THE HOPE OF BEING FREED: The Seed That Falls On Rich Soil

Listening to – or reading - the Word of God, it is good to ask the Holy Spirit to help us hear one word or phrase that strikes a chord, a word that finds resonance within. And having found that word to sit with it in silent prayer and allow it to address the reality of our lives as they are.

When I sat with the readings in preparation for this Sunday the one phrase that resonated with me was from the second reading from Romans 8:18-23, “...the hope of being freed...” I will sit with this word and let it do what God has sent it to do in my life trusting what is written in Isaiah 55:10-11,  ‘As the rain and the snow come down from the heavens and do not return without watering the earth, making it yield and giving growth to provide seed for the sower and bread for the eating, so the word that goes from my mouth does not return to me empty, without carrying out my will and succeeding in what it was sent to do.’

Charismatic renewal in the 1970’s was one of the greatest events in the modern Church for many reasons but particularly for the way in which it opened up people’s lives to the power, the beauty and grace of the Word of God in the Bible. The best gift given me by my novice master was that of meditating on the Word of God, particularly in the Gosepls.

Many years ago now I met a Religious Sister whose great love in life was the reading of the Bible where she found the spiritual nourishment she needed for every day. Then in her old age she went blind but, instead of complaining or lamenting the loss of her great love, she asked God to give her one word or phrase every time she listened to the readings at Mass. And that is what happened! Every time she listened, even to the most difficult and hard to understand passages of the Old Testament, she always received something to keep her going, something that impacted on her daily life.

It happened because she offered to God the rich soil of her heart and He planted there the seed of the Word, a seed of hope.

It happens often that we marginalize the Word by our inattentiveness to it; or we offer it a heart that is dry, shallow or hard; a heart that is smothered by the distractions and cares of life.

But we can choose to offer an open, fertile and listening heart; a heart that is developed by prayer and suffering. As a seed in the soil of our garden only breaks open, germinates and grows in the darkness, and from the darkness is drawn upwards by the light, so with the seed of the word in the soil of our hearts. It needs the experience of darkness as well as the experience of light; it comes to birth and freedom by the process of a groaning that is sometimes very intense.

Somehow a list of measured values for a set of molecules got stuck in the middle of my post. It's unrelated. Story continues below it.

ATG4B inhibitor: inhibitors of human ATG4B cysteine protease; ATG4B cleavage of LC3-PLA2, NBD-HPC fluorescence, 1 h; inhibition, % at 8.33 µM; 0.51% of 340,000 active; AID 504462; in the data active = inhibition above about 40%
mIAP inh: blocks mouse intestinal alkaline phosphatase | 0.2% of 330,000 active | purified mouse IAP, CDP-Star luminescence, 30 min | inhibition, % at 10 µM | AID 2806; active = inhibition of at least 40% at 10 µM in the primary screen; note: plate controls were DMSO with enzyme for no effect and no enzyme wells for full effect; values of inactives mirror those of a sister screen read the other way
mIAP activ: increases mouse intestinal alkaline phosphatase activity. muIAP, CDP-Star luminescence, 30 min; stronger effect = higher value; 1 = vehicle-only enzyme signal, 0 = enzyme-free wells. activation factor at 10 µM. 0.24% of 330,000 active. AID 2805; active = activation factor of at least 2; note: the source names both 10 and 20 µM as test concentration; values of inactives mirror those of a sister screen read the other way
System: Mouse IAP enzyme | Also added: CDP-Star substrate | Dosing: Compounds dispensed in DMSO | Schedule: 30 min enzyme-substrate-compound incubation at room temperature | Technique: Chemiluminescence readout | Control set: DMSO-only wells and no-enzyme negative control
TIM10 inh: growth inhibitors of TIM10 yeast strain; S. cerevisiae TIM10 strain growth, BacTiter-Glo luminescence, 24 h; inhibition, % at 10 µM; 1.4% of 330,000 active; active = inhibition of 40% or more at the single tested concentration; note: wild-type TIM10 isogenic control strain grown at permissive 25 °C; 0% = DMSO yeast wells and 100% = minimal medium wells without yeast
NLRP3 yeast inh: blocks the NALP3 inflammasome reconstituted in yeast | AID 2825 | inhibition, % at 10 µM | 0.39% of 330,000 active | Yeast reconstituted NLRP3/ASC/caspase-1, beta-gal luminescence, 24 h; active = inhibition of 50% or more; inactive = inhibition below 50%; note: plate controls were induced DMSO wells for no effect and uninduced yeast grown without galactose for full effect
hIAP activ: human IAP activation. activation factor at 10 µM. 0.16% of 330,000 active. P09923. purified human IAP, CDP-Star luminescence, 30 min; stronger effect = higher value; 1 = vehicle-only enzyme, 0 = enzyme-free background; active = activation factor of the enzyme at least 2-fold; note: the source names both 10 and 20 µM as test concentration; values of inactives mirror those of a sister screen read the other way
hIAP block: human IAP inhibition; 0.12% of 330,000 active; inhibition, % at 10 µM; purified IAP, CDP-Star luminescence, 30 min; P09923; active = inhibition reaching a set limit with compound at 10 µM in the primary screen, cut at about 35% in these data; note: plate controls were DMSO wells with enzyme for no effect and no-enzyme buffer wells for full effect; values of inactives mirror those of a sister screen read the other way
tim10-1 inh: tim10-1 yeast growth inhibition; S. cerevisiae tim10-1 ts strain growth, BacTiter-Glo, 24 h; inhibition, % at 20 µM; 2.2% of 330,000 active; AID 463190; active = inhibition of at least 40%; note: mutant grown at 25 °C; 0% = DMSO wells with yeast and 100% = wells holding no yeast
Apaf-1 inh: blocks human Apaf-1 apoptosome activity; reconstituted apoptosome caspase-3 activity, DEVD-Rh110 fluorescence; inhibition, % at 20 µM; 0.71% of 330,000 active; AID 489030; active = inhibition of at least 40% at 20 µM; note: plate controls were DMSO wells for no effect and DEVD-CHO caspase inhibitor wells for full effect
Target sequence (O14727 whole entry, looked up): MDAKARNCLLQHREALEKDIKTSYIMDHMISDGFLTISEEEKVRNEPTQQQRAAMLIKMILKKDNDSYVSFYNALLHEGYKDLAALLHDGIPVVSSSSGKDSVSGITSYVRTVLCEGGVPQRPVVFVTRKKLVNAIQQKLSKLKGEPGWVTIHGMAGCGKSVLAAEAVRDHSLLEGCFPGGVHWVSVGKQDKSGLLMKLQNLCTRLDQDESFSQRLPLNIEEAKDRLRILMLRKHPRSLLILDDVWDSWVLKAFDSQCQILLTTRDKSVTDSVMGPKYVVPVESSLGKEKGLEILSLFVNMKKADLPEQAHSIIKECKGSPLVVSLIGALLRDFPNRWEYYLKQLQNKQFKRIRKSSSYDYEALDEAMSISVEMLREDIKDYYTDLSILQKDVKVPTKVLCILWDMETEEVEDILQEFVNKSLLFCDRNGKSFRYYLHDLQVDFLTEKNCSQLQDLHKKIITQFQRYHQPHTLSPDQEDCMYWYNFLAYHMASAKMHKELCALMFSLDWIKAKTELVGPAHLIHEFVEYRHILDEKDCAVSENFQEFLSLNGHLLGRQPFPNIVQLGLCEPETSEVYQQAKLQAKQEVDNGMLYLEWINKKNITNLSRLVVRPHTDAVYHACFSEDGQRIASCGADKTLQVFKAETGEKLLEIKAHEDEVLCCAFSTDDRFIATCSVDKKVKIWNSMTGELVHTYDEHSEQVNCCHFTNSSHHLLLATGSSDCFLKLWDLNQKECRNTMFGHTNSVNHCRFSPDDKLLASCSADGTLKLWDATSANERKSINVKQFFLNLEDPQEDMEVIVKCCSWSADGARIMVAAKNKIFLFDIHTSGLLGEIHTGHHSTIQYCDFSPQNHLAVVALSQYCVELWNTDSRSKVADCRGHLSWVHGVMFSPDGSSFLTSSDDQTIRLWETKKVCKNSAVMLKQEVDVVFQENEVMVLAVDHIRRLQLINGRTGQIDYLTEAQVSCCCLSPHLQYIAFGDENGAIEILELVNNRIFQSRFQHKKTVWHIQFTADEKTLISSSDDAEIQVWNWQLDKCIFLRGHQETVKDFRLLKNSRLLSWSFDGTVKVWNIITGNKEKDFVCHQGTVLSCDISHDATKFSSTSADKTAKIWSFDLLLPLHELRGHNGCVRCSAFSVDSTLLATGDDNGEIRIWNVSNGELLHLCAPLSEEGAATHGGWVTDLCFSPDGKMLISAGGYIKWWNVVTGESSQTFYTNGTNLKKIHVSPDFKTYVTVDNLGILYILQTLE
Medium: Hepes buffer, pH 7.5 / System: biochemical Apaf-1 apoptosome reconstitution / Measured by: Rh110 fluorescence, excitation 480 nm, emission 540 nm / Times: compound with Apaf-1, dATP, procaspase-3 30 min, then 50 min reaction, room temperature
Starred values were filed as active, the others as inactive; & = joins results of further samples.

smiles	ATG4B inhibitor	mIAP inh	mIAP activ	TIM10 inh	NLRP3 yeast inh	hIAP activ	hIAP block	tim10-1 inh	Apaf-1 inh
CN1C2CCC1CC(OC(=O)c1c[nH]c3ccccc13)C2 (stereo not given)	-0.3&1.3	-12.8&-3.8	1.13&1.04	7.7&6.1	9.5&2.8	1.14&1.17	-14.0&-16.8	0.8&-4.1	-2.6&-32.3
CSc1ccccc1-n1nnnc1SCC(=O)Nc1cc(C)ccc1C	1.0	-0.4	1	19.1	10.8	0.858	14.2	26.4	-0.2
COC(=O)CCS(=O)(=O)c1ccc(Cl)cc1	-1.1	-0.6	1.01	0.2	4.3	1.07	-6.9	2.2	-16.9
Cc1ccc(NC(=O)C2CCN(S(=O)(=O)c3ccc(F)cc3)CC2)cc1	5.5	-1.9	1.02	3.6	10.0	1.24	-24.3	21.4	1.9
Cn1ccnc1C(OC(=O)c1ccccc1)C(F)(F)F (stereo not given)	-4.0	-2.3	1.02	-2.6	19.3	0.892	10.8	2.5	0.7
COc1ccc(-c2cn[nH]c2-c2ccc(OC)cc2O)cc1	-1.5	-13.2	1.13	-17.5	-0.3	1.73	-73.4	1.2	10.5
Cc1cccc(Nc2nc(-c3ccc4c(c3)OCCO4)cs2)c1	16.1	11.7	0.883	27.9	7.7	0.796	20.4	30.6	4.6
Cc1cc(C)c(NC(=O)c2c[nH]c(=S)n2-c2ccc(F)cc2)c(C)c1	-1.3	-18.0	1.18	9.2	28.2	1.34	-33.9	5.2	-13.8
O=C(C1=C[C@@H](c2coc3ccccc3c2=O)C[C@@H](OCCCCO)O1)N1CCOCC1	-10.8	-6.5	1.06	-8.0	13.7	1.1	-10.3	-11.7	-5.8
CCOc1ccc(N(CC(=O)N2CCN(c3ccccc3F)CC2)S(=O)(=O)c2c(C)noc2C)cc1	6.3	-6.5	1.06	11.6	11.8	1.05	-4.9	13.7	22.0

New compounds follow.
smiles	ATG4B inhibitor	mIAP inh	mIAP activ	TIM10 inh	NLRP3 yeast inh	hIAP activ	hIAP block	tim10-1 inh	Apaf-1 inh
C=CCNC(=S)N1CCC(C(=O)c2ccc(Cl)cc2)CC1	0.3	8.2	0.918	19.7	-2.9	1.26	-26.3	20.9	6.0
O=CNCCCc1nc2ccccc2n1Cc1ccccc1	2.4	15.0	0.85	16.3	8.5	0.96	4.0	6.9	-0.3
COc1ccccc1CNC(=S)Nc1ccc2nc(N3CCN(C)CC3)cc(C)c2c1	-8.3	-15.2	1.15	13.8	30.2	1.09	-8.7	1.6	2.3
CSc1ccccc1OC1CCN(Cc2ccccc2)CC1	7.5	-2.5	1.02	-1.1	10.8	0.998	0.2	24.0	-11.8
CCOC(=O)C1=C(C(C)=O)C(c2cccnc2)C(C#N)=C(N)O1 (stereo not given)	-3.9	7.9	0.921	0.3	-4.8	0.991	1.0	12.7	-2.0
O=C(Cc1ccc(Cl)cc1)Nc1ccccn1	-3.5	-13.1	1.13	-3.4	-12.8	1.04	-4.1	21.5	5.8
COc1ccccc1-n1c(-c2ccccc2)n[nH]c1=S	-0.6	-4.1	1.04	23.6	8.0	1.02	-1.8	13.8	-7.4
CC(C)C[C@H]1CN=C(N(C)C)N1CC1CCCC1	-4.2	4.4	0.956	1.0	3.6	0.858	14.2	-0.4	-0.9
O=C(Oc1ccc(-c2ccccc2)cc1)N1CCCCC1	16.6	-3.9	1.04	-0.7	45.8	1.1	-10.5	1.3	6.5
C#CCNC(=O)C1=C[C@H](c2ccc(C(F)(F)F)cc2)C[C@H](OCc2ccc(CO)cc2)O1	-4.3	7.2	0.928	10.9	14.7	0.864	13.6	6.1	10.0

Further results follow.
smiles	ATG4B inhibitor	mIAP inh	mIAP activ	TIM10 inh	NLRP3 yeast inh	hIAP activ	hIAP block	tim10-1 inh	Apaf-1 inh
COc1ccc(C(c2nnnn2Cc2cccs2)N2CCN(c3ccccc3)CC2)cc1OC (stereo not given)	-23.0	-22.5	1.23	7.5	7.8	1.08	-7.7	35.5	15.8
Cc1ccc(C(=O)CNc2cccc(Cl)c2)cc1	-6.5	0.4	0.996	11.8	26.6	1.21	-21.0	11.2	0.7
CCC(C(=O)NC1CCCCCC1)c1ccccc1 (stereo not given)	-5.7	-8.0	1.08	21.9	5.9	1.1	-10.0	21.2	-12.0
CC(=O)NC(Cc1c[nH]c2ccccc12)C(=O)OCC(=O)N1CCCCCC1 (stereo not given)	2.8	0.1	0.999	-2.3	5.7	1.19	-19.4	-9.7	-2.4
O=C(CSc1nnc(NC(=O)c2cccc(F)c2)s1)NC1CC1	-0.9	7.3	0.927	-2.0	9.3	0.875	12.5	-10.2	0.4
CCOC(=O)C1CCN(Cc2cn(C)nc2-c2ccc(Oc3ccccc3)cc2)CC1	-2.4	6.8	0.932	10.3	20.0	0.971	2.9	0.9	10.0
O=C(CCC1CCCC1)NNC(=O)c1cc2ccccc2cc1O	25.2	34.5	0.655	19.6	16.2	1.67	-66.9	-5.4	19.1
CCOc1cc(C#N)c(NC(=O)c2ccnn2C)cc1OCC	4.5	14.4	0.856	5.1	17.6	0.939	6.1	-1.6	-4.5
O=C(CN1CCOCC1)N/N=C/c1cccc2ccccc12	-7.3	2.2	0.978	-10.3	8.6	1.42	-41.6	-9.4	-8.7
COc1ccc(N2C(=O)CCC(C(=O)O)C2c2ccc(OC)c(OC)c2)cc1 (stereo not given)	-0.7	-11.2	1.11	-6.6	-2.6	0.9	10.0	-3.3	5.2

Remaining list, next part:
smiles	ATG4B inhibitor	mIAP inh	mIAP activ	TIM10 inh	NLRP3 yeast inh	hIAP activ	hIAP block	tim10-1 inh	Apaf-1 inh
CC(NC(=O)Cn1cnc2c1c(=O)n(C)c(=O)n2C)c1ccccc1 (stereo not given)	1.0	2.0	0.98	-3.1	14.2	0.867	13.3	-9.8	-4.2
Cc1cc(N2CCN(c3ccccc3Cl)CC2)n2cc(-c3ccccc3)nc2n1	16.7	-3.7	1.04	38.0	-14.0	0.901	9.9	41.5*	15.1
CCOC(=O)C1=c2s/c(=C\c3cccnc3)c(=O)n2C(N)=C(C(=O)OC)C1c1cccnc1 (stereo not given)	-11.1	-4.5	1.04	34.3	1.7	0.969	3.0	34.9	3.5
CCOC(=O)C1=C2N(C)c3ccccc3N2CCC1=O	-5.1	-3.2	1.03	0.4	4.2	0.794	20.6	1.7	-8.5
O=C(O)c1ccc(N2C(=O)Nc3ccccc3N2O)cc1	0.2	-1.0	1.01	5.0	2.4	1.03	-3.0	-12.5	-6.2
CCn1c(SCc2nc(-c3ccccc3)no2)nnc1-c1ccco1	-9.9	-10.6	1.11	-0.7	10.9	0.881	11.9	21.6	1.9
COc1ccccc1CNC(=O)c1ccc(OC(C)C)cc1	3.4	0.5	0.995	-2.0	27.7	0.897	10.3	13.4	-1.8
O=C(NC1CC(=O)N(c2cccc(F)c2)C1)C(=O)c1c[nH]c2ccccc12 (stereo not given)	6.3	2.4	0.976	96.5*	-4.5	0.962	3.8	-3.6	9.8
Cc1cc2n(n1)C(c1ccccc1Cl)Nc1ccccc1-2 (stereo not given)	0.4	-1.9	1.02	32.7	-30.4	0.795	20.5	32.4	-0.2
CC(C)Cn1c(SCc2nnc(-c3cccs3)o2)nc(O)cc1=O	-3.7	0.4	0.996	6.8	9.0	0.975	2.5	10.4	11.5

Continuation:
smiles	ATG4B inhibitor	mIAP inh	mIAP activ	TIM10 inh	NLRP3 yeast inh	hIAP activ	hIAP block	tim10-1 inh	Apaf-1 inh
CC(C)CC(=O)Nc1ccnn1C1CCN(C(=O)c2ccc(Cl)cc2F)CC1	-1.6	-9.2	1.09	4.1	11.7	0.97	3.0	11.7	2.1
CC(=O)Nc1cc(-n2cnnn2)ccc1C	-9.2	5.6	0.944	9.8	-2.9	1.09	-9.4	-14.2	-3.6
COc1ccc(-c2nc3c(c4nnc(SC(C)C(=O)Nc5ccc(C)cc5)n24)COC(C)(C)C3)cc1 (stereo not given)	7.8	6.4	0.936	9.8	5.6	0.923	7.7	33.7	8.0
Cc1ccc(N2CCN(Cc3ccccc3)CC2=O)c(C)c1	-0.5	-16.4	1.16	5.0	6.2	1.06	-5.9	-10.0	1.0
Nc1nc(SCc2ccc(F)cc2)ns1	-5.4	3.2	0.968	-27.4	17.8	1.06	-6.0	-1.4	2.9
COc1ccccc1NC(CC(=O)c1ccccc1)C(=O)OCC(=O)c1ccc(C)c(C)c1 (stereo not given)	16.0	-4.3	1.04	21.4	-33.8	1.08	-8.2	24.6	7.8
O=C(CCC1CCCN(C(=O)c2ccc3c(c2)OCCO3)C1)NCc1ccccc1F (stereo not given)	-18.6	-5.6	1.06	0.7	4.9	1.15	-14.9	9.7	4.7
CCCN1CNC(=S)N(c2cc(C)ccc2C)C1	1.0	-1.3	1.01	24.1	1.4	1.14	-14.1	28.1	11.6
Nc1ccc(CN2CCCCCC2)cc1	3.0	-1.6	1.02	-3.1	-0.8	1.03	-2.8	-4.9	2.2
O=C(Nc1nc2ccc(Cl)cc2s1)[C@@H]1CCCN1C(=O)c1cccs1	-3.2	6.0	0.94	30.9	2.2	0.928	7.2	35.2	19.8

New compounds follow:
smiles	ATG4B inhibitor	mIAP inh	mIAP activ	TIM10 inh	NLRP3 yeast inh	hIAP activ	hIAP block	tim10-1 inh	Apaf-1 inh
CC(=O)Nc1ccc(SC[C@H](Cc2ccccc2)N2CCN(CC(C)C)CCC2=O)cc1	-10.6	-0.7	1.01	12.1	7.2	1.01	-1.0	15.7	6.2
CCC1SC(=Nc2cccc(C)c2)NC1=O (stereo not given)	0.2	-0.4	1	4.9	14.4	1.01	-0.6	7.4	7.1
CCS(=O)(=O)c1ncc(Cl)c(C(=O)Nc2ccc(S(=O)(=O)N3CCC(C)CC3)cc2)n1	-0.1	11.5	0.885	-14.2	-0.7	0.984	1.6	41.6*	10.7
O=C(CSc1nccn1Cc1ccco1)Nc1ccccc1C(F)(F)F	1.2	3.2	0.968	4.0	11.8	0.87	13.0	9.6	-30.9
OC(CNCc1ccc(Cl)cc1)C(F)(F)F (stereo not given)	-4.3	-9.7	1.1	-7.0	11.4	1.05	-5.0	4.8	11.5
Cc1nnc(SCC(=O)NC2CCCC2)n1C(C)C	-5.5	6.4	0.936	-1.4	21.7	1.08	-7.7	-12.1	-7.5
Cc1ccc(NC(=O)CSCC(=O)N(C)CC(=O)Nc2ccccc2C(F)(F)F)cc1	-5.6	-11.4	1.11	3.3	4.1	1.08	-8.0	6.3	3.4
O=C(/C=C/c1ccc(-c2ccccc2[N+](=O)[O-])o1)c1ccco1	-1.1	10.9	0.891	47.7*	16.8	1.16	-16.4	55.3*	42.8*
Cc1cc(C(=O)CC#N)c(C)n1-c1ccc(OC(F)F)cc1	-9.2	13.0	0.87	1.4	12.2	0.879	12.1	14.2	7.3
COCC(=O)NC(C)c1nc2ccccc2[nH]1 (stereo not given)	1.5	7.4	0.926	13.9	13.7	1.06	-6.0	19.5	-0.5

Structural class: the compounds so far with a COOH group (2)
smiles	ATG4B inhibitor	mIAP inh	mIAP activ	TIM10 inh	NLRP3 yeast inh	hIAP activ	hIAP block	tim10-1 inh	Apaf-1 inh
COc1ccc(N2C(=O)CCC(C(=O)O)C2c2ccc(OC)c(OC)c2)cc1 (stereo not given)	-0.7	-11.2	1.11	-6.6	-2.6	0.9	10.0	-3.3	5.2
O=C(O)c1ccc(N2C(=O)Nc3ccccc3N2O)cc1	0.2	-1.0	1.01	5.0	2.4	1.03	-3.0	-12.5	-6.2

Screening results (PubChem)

I’ve had many experiences of the saving, transforming power of the Word and the one that comes to mind now is from a period of great turmoil when my whole being was distressed, without peace or rest. I asked God for a word to address the turmoil and what came to me was the calming of the storm in Mark 4, especially the Word spoken by Jesus “Quiet now! Be calm!” In the quiet of prayer I allowed Jesus to speak these words to the storm that was raging within me. And the Word was effective.

In our time of need we can confidently go to Jesus to ask him for the Word we need, ask the Holy Spirit to inspire us with the Word and having found it allow it to do its work. Sometimes the Word we receive can be challenging in order to bring about our conversion or it can be consoling in order to heal. It will always be life-giving, as Jesus says, "The Words that I have spoken to you are spirit and they are life." (John 6:63)

"...the one who received the seed in rich soil is the man who hears the word and understands it; he is the one who yields a harvest and produces now a hundredfold, now sixty, now thirty." (Matthew 13:23)

Postscript: As I listened to the gospel being read during Mass I was struck by two things: firstly this paragraph in which Jesus says, "‘But happy are your eyes because they see, your ears because they hear! I tell you solemnly, many prophets and holy men longed to see what you see, and never saw it; to hear what you hear, and never heard it." These words were in the last gospel that I read to my mother during Mass just minutes before she died. 

And the second thing is the date - July 16th, feast of Our Lady of Mount Carmel. On this very date 9 years ago we were told that Mam had terminal cancer and that she had about three months left to live. She died ten days later! May she rest in peace.

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